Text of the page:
How to hack your concentration when you’re working from home

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The pandemic has taken over every aspect of our lives. Now many of us are working from home distractions are always within easy reach. With that, and the constant deluge of worrying news, it’s little wonder that many of us are feeling unable to focus when we’re meant to be working. Whether it’s the creeping dread of infection, or working just a few feet from our soft beds, our minds seem to be perpetually wandering. So what can we do about it?
First off, you aren’t imagining it – your focus will have been affected by the pandemic. An ongoing UCL study found that anxiety and stress have fluctuated above normal averages. This could be having a severe effect on your concentration. “Some level of anxiety can mean you don’t sleep well,” says Marco Sandrini, a senior lecturer in psychology at the University of Roehampton. “Then there can also be financial worries, or the mind may wander and you’re not able to focus.”

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Anxiety eats into the cognitive resources we use for concentrating, says Alan Redman, an organisational psychologist at Birkbeck, University of London, as well as being an active distraction, pulling your thoughts away from the task at hand. That people are dreaming more is also a sign that they are more stressed, as well as an indicator they may not be sleeping as restfully as they should. “We’re all under a bigger cognitive load,” says Redman. “And on top of that – holidays are weird and difficult to do this year, and going out and enjoying yourself is hard and difficult. These are all outlets where we’d normally recover resources to work with. It’s just a perfect storm.”
This cognitive load is building all the time – we might think of our brain as a computer, with tons of tasks whirring away under the surface and a limited number of resources to achieve them. “Multitasking is a familiar phrase, and it’s supposedly something we’re all supposed to be aspiring to as employees,” says Redman. “In actual fact, we’re just not very good at it at all. We all have different degrees of tolerance or load that we can accommodate. If you want to get some work done productively, it’s about being sensitive to not exceeding this cognitive load.”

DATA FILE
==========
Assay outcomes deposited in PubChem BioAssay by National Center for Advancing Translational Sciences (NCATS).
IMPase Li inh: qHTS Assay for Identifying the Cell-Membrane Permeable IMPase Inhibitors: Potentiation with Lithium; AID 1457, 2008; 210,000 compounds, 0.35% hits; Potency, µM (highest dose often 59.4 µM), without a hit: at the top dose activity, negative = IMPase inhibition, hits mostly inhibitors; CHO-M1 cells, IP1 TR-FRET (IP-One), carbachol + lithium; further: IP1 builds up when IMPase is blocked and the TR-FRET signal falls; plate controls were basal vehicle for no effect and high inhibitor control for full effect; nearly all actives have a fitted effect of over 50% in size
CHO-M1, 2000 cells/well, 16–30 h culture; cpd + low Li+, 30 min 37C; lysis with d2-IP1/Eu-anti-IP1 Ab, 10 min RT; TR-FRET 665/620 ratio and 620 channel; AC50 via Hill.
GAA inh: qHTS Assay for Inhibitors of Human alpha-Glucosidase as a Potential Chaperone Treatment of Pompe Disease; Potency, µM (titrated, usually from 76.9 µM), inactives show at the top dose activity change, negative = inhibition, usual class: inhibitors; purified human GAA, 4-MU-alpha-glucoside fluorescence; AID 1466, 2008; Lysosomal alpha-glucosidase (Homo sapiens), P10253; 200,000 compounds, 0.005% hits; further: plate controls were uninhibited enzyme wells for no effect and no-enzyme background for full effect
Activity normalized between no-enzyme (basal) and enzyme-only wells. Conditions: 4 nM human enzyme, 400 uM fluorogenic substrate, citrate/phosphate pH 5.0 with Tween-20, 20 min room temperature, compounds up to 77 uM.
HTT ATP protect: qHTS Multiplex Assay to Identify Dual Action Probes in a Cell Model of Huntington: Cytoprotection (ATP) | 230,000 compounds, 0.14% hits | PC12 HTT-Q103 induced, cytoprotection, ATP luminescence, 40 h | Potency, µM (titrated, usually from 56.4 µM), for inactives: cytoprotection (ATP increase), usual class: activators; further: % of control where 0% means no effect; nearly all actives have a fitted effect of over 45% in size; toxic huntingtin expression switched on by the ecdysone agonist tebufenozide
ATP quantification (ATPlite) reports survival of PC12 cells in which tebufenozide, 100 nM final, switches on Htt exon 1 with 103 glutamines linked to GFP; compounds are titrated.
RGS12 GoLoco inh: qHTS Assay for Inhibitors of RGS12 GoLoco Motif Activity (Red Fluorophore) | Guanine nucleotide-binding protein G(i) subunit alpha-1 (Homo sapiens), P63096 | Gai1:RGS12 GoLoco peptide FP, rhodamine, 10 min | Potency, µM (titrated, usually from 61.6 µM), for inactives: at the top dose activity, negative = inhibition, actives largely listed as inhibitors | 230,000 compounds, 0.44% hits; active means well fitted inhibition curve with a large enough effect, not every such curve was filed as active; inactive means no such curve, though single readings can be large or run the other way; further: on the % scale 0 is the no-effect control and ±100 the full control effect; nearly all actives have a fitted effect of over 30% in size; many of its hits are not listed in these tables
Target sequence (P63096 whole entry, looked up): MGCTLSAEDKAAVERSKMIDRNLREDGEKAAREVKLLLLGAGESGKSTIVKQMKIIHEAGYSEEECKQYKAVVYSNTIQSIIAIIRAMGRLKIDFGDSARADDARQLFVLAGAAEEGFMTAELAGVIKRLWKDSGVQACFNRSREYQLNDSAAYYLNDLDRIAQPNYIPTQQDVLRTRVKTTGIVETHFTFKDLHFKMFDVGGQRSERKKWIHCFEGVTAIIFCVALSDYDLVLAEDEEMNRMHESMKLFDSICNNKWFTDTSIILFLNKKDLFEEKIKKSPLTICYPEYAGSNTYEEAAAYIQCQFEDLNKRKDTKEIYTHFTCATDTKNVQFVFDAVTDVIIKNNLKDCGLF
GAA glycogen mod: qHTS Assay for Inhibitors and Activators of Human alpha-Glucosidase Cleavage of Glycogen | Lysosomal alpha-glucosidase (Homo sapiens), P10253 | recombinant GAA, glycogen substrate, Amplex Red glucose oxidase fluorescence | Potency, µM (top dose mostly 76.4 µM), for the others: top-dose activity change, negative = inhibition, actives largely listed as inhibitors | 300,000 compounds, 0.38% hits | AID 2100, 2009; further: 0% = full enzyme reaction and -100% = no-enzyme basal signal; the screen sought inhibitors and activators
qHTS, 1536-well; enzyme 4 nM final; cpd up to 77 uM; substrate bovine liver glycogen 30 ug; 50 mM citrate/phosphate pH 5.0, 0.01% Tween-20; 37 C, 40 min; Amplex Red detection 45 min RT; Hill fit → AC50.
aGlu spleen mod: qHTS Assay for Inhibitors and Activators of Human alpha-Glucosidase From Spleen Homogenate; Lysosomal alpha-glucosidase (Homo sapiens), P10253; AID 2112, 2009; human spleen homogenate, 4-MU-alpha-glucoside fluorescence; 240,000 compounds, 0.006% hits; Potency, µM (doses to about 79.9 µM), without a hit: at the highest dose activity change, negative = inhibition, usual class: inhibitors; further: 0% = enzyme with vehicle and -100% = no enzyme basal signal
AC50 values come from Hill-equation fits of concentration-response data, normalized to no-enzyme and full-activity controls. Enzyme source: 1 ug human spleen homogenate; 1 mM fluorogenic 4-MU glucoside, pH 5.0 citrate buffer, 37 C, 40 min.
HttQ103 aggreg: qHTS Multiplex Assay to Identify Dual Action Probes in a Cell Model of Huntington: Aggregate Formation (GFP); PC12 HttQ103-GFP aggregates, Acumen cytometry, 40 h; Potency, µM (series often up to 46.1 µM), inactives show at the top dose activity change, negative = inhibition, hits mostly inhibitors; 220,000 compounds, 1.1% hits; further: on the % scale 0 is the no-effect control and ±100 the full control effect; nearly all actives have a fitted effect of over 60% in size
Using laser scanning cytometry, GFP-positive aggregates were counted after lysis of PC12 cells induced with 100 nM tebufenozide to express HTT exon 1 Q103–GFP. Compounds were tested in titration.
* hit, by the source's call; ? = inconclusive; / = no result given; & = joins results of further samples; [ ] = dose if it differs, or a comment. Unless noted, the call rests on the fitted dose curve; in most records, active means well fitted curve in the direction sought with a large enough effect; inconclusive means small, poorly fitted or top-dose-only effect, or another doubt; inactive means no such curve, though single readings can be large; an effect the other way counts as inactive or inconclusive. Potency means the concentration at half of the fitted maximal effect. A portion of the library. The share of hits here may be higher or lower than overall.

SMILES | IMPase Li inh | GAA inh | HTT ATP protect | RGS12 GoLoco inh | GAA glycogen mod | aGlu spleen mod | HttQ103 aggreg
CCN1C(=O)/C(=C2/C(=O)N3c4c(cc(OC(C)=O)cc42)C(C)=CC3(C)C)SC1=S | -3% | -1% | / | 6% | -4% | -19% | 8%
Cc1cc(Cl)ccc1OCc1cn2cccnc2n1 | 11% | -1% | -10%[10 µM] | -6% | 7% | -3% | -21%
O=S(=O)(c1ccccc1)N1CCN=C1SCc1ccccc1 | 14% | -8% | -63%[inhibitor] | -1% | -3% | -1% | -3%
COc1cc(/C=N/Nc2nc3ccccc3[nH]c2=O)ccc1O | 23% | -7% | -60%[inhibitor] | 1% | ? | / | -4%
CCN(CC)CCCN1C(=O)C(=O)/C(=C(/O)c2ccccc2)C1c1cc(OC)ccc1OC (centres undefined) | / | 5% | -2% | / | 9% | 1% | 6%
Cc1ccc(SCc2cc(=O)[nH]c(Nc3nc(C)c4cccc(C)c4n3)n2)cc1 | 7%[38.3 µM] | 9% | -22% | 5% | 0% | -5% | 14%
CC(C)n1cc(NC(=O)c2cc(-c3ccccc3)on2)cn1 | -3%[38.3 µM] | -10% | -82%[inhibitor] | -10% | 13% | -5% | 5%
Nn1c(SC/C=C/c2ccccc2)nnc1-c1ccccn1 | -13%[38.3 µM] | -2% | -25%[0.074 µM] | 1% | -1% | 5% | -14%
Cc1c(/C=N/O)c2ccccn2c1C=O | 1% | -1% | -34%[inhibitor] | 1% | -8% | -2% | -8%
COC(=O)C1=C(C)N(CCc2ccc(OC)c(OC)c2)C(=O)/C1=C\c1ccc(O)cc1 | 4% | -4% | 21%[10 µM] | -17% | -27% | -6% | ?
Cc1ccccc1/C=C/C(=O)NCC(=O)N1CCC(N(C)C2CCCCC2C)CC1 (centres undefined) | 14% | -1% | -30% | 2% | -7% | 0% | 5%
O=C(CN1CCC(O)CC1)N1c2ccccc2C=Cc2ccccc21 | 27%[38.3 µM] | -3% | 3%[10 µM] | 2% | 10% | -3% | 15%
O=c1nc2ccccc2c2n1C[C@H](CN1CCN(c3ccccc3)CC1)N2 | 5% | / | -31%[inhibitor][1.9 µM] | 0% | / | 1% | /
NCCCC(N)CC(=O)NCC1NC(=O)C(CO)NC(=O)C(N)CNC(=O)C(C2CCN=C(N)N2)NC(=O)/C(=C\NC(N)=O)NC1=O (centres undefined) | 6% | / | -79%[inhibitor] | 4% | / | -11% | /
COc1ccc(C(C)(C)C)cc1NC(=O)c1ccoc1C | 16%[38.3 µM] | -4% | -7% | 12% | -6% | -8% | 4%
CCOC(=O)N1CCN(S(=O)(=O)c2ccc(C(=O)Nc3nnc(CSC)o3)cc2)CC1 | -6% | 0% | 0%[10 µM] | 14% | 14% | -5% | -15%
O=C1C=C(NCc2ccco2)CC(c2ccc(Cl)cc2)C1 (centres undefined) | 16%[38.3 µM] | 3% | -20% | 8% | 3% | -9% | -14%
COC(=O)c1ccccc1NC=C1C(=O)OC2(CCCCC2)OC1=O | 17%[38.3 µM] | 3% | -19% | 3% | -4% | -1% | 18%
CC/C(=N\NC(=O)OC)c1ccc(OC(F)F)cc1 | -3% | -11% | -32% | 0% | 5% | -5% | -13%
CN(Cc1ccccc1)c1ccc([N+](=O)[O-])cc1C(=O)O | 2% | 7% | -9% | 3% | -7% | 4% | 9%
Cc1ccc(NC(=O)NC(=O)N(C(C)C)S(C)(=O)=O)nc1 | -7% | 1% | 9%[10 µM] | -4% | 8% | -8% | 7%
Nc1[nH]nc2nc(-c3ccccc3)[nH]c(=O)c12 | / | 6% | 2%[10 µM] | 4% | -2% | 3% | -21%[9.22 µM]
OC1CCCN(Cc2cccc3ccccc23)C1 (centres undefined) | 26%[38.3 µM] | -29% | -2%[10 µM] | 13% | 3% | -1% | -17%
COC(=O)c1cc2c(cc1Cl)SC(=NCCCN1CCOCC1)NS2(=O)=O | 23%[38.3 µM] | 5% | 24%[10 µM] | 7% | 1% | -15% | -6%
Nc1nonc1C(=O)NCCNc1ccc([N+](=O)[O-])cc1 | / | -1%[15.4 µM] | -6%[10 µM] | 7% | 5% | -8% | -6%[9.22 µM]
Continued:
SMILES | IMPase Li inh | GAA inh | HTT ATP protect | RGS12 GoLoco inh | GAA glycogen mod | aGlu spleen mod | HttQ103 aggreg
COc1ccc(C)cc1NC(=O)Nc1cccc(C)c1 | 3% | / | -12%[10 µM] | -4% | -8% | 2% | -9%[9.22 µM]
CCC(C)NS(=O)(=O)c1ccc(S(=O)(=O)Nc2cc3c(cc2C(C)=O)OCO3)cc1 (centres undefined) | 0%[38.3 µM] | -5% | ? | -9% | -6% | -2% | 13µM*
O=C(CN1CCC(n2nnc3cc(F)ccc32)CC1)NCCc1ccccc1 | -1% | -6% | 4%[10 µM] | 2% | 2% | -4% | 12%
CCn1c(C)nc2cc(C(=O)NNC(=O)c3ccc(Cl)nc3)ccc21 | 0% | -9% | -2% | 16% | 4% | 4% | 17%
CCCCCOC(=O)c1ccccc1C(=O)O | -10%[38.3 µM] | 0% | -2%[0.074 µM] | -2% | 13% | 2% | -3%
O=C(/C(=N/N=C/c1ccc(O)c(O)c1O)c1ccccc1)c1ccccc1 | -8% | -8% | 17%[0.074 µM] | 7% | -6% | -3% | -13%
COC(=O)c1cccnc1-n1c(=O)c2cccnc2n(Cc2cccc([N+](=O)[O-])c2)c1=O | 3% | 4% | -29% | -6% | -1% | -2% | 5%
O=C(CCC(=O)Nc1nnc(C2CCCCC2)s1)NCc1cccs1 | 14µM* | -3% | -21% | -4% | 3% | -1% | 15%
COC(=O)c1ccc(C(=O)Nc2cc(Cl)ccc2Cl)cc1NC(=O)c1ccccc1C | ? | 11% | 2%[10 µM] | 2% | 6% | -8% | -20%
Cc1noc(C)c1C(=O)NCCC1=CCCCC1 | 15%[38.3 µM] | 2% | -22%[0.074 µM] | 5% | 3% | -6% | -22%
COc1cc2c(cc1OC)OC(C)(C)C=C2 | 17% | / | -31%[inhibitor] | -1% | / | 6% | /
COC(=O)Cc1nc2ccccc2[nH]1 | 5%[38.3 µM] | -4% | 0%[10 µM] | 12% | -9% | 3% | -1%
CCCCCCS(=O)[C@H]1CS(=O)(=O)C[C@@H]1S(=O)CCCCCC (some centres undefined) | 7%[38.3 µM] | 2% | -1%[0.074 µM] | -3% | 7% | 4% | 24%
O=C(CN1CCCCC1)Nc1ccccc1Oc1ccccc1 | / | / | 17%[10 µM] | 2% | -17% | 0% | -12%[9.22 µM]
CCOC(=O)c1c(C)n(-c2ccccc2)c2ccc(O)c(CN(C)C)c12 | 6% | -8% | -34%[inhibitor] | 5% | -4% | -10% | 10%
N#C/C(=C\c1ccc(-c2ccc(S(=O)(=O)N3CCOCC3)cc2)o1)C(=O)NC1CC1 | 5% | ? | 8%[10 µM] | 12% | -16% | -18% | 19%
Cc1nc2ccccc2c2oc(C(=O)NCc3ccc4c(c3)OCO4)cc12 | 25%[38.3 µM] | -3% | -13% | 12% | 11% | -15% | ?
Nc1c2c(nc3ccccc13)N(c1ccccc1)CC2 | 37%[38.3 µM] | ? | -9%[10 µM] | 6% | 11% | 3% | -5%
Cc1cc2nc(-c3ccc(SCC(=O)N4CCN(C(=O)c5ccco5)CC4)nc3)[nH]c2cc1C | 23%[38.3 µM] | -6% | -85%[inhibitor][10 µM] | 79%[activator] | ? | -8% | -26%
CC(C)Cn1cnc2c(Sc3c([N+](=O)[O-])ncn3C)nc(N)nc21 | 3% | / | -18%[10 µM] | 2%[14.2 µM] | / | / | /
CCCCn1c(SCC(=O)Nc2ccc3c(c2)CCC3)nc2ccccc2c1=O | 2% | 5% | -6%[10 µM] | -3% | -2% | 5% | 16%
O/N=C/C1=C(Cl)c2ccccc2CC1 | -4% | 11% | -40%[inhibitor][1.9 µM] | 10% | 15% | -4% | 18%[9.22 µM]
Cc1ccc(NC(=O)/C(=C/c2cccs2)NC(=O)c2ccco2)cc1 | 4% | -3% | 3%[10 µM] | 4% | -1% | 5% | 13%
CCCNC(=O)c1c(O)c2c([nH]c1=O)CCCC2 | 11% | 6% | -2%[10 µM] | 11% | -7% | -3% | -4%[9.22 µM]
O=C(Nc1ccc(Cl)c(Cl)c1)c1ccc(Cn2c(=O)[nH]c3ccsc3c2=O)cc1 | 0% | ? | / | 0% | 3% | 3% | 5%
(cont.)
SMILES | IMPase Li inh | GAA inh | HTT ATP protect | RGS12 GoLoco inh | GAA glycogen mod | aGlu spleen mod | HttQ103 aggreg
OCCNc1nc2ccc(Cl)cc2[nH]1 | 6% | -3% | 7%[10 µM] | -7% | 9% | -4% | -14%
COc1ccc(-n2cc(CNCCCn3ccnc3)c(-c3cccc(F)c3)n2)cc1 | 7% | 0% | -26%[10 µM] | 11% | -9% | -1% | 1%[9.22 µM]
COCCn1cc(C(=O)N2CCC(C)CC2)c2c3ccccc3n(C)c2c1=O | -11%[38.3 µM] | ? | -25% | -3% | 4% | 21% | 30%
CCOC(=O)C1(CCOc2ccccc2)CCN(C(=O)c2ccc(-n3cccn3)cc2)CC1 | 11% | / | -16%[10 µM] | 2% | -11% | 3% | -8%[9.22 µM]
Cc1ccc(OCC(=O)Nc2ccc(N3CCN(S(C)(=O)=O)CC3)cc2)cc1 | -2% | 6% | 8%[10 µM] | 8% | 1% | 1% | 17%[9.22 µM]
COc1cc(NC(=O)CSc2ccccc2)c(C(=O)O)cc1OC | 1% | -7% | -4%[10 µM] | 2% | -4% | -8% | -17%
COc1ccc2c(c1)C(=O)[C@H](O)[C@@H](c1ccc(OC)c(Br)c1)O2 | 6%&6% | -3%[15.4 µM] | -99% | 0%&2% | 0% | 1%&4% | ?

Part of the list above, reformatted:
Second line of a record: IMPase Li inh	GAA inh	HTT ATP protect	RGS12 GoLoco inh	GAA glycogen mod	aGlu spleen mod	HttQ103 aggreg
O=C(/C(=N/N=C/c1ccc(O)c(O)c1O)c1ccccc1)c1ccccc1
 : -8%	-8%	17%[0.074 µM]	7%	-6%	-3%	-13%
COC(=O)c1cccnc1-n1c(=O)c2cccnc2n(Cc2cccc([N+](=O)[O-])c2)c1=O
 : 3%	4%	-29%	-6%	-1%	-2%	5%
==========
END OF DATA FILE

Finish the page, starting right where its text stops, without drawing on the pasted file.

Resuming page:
The key, he explains, is to try and focus on one task at a time – a goal you may think you are achieving, but probably aren’t. Switch off notifications, switch off apps, and if you’re lucky enough to have a room of one’s own, close the door. Procrastination is another thing to watch out for, explains Jess Baker, a business psychologist and women’s leadership coach. We often procrastinate when feeling overwhelmed. The key is to break complicated tasks down into manageable chunks that you can tackle and move forward.
A famous technique you might try to help with this is The Pomodoro Technique, named after the tomato-shaped timer its inventor Francesco Cirillotomato used to demonstrate it. It breaks down large tasks into short timed intervals – work for 25 minutes on a task non-stop then take a break for five minutes – a pomodoro. After four pomodoros, take an extended break of about 15-30 minutes.